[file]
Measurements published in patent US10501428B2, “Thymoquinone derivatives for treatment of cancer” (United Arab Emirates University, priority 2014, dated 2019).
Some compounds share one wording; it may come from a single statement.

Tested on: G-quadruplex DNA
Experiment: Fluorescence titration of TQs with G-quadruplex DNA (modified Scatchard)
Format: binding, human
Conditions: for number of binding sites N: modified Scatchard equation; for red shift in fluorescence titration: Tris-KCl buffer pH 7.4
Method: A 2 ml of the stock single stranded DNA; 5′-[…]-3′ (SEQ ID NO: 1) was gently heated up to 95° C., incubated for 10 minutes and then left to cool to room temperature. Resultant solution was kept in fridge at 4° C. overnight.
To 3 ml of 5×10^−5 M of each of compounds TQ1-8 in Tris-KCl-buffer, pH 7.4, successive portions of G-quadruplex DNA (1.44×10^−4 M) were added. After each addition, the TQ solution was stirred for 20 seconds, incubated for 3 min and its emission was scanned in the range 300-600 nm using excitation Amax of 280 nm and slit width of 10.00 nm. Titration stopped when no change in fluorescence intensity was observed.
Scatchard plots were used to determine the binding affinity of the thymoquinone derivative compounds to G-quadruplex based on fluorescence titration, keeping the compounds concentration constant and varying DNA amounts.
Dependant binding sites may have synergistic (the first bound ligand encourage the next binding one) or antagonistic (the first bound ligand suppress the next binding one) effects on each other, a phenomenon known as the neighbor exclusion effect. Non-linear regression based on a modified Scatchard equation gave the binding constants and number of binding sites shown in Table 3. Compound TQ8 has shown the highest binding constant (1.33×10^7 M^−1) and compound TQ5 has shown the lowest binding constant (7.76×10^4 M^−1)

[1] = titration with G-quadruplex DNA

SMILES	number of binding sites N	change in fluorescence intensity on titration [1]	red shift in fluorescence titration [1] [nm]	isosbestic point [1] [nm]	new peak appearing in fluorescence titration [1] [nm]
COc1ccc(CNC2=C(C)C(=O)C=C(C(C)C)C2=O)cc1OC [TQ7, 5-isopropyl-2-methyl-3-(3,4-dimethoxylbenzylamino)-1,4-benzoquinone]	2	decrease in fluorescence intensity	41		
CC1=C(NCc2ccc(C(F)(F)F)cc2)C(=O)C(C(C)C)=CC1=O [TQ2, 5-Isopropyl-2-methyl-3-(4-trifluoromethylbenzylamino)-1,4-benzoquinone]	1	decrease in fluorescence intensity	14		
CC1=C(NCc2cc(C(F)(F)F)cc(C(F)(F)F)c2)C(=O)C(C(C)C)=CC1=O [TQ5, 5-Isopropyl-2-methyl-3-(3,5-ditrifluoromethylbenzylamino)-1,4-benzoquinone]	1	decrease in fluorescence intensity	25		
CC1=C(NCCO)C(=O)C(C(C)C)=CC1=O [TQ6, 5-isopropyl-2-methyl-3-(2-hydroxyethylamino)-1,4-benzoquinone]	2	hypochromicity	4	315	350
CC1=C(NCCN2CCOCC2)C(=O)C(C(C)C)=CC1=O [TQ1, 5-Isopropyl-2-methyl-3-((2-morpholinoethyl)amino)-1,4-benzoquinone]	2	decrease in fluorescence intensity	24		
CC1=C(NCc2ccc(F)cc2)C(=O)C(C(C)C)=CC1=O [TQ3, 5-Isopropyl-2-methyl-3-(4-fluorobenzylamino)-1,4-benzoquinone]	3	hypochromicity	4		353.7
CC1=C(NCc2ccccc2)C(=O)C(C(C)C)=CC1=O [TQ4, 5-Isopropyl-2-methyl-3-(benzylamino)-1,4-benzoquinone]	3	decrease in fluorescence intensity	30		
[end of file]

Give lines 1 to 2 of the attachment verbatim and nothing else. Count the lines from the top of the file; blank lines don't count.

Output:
Measurements published in patent US10501428B2, “Thymoquinone derivatives for treatment of cancer” (United Arab Emirates University, priority 2014, dated 2019).
Some compounds share one wording; it may come from a single statement.